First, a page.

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PostPosted: Thu Dec 03, 2009 1:12 pm 
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Joined: Thu Dec 03, 2009 12:18 pm
Posts: 46
Hi everyone. I've been doing my share of lurking about the site for past few weeks, hoping to find answers to all my dilemas. Not happened though. Soooooo ------ I'm just going to have to jump in and throw myself at all you kind folks' feet and hope you'll help me.
Loads of issues, which I'm stressing over so bear with me please.
Firstly, I live in an area without GS and all local schools over-subscribed and huge! Including the one we're in catchment for (2200 pupils), an IT and computing school. DD currently at small state primary in class of 8 girls /28 boys (two year groups). Various difficulties with above.
Obvious conclusion, to look at private girls' schools. However, all are super-selective, exams and interviews in Jan (so very tight schedule for any prep work esp over Xmas), all have transport issues, all in cities!!!!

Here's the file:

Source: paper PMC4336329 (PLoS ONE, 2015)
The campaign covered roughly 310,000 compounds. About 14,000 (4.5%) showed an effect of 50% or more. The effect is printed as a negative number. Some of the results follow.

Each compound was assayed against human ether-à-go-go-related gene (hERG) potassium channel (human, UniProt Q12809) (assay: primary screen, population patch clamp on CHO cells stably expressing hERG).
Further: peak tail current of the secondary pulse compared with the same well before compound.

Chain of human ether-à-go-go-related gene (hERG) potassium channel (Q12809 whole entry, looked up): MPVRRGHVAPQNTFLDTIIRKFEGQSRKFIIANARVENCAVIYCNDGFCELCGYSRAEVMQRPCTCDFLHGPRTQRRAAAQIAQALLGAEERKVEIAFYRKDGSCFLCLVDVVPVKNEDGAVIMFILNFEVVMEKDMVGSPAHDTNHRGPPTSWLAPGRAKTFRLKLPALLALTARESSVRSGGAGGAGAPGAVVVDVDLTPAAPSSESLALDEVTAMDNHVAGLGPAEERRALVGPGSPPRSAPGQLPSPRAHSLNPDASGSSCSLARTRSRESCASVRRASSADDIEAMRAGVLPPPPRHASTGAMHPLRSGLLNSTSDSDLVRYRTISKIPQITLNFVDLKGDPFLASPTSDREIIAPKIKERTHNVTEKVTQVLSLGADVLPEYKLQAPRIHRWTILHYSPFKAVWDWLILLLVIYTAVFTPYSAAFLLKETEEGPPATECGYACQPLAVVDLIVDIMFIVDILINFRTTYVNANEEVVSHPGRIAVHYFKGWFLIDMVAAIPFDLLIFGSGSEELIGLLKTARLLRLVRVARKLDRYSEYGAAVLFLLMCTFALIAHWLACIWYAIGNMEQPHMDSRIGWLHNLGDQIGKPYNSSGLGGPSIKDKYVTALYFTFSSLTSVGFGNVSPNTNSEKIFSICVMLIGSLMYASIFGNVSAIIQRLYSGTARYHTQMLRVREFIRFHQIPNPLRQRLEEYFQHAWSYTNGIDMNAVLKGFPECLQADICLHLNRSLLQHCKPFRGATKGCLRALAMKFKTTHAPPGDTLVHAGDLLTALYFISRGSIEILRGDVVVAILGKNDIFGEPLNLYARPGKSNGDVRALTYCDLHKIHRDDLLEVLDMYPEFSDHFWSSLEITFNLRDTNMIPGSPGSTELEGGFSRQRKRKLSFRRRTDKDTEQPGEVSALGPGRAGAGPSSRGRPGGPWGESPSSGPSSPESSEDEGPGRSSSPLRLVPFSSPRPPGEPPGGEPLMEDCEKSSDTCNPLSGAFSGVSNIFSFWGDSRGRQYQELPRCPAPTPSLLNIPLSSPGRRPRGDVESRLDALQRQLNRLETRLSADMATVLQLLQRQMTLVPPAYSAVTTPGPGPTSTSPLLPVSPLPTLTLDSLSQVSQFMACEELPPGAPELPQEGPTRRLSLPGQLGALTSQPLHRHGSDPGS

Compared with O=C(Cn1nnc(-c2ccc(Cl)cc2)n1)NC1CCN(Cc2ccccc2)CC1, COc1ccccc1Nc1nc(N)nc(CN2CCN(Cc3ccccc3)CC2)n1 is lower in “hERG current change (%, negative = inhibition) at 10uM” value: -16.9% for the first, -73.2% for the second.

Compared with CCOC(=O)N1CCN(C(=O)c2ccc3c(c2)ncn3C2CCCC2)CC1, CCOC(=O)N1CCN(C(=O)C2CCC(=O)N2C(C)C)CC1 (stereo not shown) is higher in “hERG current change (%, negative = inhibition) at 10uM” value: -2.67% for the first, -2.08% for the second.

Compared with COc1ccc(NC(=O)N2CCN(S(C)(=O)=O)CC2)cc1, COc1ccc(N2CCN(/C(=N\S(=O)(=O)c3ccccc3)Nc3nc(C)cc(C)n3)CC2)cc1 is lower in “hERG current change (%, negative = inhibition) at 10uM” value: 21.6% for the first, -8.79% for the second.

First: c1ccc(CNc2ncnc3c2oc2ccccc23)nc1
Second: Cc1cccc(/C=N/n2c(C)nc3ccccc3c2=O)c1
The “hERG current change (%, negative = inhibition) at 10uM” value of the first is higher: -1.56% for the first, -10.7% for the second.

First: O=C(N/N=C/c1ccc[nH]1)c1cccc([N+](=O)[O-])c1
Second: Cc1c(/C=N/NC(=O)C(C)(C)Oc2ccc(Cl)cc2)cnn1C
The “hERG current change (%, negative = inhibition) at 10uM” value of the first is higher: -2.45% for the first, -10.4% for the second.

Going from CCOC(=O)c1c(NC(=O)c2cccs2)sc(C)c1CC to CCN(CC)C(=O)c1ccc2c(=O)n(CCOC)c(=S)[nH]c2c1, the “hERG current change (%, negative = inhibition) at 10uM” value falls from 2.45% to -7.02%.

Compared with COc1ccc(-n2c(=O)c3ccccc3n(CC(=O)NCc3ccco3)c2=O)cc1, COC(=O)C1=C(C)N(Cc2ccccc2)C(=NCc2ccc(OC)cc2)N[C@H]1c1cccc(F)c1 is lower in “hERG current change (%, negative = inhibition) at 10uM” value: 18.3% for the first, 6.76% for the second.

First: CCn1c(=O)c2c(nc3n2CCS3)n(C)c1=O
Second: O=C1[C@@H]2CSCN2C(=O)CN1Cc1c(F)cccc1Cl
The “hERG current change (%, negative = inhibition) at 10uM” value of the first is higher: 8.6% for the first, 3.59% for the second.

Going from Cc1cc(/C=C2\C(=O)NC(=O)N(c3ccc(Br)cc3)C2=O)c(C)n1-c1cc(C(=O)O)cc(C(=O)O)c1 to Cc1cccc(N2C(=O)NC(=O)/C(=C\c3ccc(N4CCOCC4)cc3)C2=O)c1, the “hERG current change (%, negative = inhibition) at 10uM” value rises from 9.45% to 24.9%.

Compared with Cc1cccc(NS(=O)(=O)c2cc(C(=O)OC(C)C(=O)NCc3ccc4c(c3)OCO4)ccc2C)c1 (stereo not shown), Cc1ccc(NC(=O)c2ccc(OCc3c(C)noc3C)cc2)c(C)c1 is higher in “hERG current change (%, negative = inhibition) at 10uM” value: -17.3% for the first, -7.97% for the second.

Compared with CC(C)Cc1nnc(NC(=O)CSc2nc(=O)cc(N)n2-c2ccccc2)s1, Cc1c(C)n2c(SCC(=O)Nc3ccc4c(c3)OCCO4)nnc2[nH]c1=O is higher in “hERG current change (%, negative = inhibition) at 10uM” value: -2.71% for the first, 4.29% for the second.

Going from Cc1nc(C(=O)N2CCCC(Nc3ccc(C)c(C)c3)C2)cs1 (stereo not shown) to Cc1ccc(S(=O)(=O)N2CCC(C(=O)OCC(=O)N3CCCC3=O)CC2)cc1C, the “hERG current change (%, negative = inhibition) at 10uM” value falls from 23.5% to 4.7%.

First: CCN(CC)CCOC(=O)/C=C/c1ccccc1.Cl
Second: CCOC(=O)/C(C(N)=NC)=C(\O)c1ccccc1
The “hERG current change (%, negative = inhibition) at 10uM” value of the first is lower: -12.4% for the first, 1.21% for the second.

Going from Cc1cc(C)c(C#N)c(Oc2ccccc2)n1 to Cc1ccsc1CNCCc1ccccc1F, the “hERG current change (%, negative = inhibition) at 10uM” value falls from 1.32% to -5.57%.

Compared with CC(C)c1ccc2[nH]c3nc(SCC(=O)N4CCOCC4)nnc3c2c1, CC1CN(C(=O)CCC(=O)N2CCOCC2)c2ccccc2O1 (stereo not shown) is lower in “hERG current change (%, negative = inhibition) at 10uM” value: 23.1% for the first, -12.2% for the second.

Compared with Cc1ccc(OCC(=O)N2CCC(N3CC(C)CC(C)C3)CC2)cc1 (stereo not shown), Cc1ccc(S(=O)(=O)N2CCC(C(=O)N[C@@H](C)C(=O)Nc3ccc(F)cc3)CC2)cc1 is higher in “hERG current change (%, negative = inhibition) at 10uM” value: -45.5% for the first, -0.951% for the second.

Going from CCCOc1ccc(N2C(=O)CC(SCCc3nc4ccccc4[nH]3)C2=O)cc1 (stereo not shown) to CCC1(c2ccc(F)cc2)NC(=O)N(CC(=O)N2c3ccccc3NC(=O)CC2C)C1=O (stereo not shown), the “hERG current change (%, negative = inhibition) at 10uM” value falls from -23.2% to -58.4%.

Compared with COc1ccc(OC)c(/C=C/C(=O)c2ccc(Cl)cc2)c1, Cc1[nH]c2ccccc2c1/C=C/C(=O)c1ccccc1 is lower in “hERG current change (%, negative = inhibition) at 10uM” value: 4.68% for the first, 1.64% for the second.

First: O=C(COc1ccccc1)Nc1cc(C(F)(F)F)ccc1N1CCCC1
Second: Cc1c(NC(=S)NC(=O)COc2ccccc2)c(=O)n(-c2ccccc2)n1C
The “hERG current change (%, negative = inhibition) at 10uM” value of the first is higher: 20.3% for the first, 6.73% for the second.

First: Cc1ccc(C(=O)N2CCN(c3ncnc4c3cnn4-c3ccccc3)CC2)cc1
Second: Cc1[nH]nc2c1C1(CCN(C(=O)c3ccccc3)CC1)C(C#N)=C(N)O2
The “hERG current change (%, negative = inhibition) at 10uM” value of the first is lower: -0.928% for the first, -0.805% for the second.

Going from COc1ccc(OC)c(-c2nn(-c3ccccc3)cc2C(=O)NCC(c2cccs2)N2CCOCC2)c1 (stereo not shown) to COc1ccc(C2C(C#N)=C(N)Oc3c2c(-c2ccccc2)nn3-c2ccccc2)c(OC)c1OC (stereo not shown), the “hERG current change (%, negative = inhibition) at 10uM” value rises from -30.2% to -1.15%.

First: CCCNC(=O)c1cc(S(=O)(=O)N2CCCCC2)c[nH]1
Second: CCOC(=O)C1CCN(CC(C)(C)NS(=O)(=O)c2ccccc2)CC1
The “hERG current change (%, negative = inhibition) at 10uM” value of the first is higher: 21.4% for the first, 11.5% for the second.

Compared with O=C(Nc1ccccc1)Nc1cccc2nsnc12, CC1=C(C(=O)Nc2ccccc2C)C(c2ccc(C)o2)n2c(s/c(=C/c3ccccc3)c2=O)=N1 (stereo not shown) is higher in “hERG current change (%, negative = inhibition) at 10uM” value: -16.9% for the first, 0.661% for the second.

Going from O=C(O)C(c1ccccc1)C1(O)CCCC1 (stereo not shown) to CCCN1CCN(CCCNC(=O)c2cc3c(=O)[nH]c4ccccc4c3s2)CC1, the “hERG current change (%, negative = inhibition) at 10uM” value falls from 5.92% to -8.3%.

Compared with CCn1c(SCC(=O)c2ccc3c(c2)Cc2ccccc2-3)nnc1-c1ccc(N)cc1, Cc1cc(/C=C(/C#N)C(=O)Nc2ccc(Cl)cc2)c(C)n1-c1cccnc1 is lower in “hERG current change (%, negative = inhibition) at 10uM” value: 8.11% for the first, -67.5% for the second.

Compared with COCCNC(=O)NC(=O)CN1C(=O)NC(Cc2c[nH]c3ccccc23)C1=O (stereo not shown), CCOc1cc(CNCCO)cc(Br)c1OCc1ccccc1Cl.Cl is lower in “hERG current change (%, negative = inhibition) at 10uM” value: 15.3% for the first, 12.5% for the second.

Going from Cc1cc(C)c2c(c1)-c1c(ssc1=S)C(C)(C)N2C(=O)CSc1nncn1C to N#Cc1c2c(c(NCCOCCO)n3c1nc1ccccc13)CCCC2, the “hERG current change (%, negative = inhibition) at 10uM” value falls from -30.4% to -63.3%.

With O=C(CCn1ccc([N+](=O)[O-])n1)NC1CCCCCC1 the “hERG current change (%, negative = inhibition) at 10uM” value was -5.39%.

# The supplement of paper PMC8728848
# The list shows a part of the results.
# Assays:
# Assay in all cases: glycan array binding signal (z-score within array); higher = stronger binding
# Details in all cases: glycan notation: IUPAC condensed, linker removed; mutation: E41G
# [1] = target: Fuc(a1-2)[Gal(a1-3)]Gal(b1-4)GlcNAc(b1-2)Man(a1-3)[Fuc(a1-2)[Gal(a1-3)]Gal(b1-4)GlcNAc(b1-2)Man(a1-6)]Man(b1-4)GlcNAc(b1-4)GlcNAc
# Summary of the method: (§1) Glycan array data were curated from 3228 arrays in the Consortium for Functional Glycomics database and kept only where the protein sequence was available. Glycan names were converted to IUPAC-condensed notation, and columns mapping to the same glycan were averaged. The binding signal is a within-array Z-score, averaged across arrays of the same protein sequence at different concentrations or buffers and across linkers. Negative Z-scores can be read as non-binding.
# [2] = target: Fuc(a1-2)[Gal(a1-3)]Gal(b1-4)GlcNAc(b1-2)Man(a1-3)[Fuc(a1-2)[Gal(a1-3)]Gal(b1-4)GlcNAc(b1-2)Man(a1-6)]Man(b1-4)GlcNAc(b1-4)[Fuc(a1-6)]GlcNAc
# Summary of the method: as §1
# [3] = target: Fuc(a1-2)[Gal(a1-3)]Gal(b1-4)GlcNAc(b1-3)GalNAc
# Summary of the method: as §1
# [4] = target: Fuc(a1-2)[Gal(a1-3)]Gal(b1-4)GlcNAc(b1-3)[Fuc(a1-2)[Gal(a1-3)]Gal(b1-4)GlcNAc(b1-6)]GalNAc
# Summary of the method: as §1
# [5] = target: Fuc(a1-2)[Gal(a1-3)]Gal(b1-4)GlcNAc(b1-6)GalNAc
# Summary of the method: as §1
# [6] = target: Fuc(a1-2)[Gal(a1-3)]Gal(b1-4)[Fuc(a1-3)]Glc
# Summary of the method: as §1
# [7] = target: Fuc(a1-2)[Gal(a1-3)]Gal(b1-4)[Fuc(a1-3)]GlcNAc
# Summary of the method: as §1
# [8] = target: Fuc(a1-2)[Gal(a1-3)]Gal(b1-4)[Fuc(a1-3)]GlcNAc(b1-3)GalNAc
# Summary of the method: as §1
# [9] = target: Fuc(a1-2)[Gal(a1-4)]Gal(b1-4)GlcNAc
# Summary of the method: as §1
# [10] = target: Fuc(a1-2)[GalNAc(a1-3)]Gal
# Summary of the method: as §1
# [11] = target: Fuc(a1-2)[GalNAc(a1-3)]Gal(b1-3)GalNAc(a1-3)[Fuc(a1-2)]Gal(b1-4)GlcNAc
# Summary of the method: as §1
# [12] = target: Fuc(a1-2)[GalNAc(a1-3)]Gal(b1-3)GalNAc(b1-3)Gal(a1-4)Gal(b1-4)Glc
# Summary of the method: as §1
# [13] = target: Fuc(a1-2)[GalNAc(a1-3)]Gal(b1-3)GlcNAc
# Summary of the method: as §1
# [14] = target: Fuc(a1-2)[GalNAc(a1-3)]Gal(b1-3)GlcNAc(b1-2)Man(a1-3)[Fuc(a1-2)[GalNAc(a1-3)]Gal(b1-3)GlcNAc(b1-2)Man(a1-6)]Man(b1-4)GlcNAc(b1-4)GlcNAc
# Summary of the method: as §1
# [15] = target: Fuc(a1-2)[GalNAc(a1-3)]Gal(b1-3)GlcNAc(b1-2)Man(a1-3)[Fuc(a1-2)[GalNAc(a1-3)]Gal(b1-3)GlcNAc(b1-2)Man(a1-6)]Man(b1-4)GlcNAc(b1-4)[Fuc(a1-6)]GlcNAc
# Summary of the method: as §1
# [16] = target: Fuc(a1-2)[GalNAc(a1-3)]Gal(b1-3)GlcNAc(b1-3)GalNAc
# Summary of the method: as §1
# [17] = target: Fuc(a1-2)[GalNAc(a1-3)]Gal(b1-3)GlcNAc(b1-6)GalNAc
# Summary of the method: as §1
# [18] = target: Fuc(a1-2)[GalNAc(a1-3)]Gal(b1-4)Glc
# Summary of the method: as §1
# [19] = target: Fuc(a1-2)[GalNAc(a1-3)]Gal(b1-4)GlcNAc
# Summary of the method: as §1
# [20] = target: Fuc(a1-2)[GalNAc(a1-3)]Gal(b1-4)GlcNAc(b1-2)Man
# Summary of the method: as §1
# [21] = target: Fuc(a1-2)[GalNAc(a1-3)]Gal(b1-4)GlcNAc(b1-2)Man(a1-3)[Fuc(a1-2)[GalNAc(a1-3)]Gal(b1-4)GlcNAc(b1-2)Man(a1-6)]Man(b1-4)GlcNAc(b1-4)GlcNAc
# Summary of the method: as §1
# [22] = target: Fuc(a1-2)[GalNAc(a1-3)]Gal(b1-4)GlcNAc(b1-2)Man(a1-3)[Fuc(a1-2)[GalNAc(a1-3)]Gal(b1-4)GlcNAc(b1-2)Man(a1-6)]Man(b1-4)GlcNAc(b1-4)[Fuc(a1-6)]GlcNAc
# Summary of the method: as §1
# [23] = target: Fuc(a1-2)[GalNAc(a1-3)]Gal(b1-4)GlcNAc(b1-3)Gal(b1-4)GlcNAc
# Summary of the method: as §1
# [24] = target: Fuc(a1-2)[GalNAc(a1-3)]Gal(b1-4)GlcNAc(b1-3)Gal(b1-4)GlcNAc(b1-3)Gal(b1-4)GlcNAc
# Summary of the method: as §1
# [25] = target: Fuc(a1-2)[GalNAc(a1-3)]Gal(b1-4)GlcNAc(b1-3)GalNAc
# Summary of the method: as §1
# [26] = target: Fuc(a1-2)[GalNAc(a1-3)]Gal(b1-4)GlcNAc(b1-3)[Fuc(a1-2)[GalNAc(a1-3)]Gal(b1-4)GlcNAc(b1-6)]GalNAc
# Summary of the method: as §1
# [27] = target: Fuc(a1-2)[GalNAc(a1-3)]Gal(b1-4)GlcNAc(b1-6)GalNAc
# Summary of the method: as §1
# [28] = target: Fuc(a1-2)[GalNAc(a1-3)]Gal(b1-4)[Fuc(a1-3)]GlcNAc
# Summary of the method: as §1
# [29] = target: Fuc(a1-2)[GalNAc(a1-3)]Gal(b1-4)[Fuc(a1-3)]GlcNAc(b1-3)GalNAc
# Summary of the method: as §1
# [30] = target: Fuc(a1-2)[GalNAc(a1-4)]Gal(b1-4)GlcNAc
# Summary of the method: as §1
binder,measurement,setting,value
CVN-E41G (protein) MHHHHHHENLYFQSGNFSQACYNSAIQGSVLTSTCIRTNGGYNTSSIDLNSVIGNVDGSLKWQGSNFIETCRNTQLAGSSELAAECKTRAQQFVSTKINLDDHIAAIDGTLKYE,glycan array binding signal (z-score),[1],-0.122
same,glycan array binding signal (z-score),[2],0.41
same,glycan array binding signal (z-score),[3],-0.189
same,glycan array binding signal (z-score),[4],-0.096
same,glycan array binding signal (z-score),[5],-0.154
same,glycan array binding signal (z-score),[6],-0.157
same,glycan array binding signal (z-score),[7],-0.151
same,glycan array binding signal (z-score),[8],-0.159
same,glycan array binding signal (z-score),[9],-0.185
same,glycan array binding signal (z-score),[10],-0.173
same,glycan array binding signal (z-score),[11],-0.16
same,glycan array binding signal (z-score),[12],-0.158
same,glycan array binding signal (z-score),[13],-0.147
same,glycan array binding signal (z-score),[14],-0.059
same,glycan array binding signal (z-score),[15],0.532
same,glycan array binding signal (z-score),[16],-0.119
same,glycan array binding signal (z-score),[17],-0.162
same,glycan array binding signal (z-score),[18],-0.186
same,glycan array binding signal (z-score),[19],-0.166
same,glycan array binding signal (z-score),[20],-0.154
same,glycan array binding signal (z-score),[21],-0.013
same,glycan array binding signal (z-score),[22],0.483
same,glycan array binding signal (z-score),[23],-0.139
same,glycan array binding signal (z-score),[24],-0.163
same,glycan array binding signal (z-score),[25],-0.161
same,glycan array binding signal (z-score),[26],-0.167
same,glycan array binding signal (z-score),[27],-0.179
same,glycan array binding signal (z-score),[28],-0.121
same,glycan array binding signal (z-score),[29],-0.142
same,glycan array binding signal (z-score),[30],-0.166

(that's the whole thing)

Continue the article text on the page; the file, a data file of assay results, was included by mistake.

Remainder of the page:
no-one in family has any experience of such schools and have been receiving high amounts of flak for even thinking of idea. Plus we definitely fall into wage bracket of too rich(!!!) for help too poor to pay. HELP!!


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PostPosted: Thu Dec 03, 2009 1:17 pm 
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Joined: Mon Aug 13, 2007 10:47 am
Posts: 3310
Location: Warwickshire.
Hi. Well done for being brave enough to post!

Do you feel comfortable telling us which area of the country you live in?

Have you contacted these super selective schools yet - do you know that you are ineligible for financial help?

There are two things you need to enquire about really - bursaries and scholarships.

Keep posting. There will be people who can make suggestions; especially once we know whereabouts you live.


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PostPosted: Thu Dec 03, 2009 1:18 pm 
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Joined: Fri Oct 12, 2007 12:42 pm
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Location: Chelmsford and pleased
Too rich - too poor

Check carefully - bursaries are often offered in the case of what could be considered a reasonable income.


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PostPosted: Thu Dec 03, 2009 1:19 pm